An empty classroom in a leading coaching centre in Kota. | Photo: Rohit Jain Paras/ThePrint
An empty classroom in a leading coaching centre in Kota. | Photo: Rohit Jain Paras/ThePrint
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The Raja called his nephews and asked them, ‘My dear nephews, what is this that we hear?’ The nephews said: ‘Sire, the bird’s education has been completed.’

‘Does it hop?’ the Raja enquired. ‘Never!’ said the nephews. ‘Does it fly?’ ‘No.’

– The Parrot’s Training, Rabindranath Tagore

The National Education Policy 2020 was a major policy shift – it aimed to restructure and reorient the system. It was heavily discussed and debated among academicians, educationists, university professors, teachers and its beneficiaries – the students.

Now, it has been a year since the Union Cabinet approved the NEP on 29 July 2020. But there are many hard questions staring right at our faces – for politicians, policy formulators and implementers, parents and teachers. Should the Indian middle class’ love affair with engineering and medicine be given up? Will Generation Z and its successors be able to make choices as per their aptitude than societal pressures? Is intelligence holistic or linear? Or, will ‘Sharma Ji ka Beta’ continue to spoil the game?

This melts down to one point – How much reform is enough reform?

A recent Netflix series titled Kota Factory depicts the lives of the students in the hub of the coaching centre where young people go to prepare for various entrance exams. Though filled with satire, it addresses the amount of mental stress and hardships an individual goes through for limited seats in colleges, where the inability to deal with failure either leads to doubt-laden adults or in the worst-case scenario, suicides. The culture of coaching that has mushroomed in the various pockets of India is a product of commercialisation of education that ends up making holes in the pockets of its customers.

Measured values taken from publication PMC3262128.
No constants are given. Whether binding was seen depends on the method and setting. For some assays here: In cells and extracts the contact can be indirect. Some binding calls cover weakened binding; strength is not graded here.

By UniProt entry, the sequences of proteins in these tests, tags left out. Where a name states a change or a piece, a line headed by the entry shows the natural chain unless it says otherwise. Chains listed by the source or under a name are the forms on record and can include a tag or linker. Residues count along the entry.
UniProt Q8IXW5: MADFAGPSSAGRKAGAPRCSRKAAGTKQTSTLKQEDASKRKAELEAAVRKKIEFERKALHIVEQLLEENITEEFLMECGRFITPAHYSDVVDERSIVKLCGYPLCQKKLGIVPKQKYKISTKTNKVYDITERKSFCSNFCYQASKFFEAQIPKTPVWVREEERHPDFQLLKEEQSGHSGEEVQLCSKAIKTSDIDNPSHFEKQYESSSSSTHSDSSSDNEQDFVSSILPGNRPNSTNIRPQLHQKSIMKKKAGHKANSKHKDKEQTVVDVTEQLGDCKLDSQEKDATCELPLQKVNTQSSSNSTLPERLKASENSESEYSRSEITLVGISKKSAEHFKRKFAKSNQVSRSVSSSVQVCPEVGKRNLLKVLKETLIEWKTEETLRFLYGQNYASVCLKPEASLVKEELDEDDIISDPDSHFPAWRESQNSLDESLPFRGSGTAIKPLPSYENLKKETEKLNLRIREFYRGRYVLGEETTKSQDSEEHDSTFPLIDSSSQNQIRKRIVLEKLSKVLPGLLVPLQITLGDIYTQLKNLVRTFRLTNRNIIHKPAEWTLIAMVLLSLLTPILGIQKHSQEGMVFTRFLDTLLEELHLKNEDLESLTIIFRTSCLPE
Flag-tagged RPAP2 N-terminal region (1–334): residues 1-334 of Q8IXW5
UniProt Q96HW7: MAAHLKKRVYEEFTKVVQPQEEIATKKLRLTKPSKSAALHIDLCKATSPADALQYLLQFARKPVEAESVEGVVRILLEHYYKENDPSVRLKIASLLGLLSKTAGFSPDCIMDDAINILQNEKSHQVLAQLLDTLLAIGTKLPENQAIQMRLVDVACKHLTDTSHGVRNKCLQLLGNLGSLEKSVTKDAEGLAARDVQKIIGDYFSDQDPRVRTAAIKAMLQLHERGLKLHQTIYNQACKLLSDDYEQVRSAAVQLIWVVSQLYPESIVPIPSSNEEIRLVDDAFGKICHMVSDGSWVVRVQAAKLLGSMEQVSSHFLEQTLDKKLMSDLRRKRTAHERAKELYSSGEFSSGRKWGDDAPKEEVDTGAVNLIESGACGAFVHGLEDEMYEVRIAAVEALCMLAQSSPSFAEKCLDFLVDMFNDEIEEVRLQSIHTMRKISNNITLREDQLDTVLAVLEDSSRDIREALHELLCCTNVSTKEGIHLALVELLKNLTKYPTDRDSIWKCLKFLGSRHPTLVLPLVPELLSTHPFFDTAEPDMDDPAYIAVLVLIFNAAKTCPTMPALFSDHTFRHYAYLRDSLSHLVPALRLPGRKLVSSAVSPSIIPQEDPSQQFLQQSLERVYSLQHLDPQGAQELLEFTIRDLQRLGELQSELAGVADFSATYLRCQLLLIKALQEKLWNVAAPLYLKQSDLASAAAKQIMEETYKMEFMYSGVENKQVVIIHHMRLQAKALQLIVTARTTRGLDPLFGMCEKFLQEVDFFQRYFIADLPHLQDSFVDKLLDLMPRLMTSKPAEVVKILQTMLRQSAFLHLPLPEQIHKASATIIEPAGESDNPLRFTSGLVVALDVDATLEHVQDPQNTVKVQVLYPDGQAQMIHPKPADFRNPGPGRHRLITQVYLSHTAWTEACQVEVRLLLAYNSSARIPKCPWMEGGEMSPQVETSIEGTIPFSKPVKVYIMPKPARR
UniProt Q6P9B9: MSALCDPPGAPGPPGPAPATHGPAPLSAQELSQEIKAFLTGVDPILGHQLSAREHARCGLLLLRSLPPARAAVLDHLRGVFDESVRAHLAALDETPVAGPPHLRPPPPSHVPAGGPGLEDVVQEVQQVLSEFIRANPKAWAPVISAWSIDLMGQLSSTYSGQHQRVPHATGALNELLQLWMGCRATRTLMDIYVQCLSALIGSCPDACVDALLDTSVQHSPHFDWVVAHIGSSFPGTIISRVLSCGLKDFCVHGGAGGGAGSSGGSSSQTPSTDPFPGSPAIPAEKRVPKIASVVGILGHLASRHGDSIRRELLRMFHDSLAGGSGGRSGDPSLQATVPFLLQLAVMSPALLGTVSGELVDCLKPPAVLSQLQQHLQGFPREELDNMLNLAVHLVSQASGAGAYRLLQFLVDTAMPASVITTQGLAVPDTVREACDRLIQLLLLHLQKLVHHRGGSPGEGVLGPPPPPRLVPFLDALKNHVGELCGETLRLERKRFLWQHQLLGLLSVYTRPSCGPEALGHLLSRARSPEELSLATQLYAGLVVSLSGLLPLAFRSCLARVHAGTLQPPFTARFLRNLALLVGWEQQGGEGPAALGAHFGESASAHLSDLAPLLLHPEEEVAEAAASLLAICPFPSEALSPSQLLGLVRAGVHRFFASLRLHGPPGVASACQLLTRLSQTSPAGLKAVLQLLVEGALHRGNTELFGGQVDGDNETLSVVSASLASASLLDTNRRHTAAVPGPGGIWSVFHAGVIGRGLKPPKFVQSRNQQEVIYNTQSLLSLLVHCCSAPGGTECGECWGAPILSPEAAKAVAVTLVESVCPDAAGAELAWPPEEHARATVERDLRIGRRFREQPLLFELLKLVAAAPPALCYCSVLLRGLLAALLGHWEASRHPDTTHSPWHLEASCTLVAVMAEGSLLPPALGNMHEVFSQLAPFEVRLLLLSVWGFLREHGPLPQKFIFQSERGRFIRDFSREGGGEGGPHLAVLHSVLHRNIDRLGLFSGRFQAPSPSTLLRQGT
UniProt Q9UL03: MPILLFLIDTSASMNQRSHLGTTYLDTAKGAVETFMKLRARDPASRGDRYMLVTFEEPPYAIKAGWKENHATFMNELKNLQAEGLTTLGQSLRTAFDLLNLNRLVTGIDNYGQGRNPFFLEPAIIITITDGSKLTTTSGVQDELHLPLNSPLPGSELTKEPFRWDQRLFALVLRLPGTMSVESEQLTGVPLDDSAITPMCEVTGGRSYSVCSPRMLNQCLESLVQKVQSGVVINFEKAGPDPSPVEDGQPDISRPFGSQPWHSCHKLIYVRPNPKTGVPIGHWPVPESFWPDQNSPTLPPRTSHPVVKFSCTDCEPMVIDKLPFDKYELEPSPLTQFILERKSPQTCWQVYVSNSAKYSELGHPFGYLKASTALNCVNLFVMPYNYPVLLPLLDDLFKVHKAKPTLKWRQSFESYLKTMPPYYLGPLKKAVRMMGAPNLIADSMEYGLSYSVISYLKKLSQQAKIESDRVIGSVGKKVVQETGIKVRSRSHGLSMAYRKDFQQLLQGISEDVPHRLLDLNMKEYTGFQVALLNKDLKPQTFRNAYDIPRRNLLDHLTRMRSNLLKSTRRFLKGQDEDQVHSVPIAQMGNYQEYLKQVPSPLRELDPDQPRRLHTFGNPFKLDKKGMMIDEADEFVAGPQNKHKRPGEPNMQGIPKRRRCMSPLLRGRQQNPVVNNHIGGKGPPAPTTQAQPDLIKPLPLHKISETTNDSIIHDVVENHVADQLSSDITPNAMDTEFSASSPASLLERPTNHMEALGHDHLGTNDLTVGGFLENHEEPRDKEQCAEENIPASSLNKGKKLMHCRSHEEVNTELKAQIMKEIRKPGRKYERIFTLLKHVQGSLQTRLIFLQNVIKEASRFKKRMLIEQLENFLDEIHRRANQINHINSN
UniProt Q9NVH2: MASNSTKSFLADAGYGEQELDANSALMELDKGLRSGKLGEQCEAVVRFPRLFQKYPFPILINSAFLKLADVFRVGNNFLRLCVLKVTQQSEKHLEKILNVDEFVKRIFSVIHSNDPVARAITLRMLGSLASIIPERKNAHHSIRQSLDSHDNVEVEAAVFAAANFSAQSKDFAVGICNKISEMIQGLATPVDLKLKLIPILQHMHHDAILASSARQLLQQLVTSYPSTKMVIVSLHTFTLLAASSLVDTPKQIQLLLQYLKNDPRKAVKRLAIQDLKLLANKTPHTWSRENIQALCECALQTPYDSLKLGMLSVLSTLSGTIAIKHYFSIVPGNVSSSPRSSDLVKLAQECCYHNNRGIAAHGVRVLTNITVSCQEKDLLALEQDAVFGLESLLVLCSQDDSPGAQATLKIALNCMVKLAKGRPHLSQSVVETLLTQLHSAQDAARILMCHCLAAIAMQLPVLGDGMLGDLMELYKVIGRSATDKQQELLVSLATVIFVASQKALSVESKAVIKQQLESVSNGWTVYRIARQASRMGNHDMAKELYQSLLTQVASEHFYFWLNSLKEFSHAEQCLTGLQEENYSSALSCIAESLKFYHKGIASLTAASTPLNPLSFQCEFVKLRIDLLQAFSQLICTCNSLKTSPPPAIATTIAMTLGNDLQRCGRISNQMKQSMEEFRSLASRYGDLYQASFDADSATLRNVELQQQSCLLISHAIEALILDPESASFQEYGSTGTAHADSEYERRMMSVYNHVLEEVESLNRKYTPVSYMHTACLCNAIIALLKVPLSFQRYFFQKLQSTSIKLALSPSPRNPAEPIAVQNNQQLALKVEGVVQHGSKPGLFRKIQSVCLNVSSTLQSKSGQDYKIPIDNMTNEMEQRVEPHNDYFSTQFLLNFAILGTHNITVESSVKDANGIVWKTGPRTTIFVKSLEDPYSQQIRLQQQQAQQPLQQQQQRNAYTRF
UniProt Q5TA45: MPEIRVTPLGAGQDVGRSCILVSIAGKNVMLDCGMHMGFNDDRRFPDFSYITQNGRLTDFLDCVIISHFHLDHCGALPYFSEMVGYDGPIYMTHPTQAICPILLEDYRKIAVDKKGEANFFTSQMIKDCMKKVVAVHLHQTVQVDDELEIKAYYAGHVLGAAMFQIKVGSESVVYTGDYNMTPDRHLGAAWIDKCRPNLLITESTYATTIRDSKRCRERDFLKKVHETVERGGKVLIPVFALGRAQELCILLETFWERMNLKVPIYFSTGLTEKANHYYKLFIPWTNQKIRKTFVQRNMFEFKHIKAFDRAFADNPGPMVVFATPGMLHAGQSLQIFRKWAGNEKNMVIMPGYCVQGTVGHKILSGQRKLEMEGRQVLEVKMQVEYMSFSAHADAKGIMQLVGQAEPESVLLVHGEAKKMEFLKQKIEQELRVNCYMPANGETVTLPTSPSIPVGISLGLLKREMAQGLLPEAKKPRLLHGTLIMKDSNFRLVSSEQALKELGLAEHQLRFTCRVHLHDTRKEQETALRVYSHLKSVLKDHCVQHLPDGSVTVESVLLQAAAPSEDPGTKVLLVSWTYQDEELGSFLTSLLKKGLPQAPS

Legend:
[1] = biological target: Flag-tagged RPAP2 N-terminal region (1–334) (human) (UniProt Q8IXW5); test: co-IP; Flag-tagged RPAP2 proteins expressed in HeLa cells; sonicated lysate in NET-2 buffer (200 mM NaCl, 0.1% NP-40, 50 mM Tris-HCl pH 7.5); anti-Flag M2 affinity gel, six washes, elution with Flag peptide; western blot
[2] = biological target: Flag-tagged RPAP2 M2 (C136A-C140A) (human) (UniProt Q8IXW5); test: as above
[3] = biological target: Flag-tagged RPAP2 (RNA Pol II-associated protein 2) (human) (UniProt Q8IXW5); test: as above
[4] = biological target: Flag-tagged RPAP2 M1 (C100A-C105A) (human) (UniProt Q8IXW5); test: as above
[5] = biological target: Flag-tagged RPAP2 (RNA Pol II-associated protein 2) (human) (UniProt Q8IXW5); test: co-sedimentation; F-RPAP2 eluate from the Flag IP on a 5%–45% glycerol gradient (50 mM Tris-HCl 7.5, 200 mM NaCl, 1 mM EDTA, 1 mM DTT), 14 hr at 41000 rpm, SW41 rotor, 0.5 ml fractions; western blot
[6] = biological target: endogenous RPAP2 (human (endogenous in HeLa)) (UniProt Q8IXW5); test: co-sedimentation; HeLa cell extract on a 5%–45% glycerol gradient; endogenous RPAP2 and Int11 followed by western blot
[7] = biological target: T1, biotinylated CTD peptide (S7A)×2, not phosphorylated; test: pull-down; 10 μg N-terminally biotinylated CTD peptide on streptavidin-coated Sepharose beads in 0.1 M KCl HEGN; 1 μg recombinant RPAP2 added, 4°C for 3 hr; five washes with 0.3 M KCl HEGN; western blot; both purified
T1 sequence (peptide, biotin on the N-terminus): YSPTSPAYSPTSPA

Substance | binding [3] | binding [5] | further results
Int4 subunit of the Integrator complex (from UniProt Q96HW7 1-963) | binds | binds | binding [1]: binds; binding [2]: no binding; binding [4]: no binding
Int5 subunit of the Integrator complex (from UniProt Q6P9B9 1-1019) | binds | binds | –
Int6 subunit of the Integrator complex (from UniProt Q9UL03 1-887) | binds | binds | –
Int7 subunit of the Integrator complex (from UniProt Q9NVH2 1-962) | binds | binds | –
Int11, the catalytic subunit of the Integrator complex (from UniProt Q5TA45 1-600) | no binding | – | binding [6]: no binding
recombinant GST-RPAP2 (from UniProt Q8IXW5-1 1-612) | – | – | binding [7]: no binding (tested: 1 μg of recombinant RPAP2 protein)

Quite ironically, the Chinese government known for its authoritarian governance, has heavily cracked down on private EdTech companies. The Chinese Communist Party guidelines make it compulsory for private tutoring companies to register themselves as non-profit organisations. It also aims at regulating tutoring agencies.

Now, many of you might be thinking that this article is urging the government in India to follow suit. But that is not the case.


Also read: Who said NEET hasn’t served its purpose? Just look at how the power elites fared


A closer examination of recent initiatives like the policy guidelines for academic session 2021-22 for Class X and Class XII is a welcome step. The board examination for students will be conducted twice a year based on core competencies and not mere reproduction of facts. To excel in the exam, one needs the cognitive ability to question, reason and analyse. Further, break-up of the syllabus into halves emphasises a shift from the earlier practice of rote learning the entire book for a yearly assessment.

In policy formulation, it is said that for any government scheme/policy to succeed it needs ‘Research’ and ‘Resources’.

Sadly, even today a major chunk of society equates intelligence with the marks of a student. However, it is to be noted that studies by psychologists like Harward Gardener have shown that an individual possesses intelligence in multiple fields like music, bodily kinaesthetic, spatial-visual and linguistic. So, a million-dollar question is: Are we aware about it in tech-driven societies?

Unfortunately, India has also lagged behind in the latter parameter. This was not the first attempt to restructure the education sector. Earlier policies of 1968 and 1986 had similar ambitions. But a major reason for their limited utility was the fund crunch. As per the Economic Survey of 2020, the education sector in 2014-19 received 2.8 per cent of GDP; 3-3.5 per cent in 2019. But as per experts, it must receive 6 per cent of GDP on a yearly basis.

So, one year later, where are we heading?

Nikita Verma is a student at Kirori mal College, Delhi University. Views are personal.

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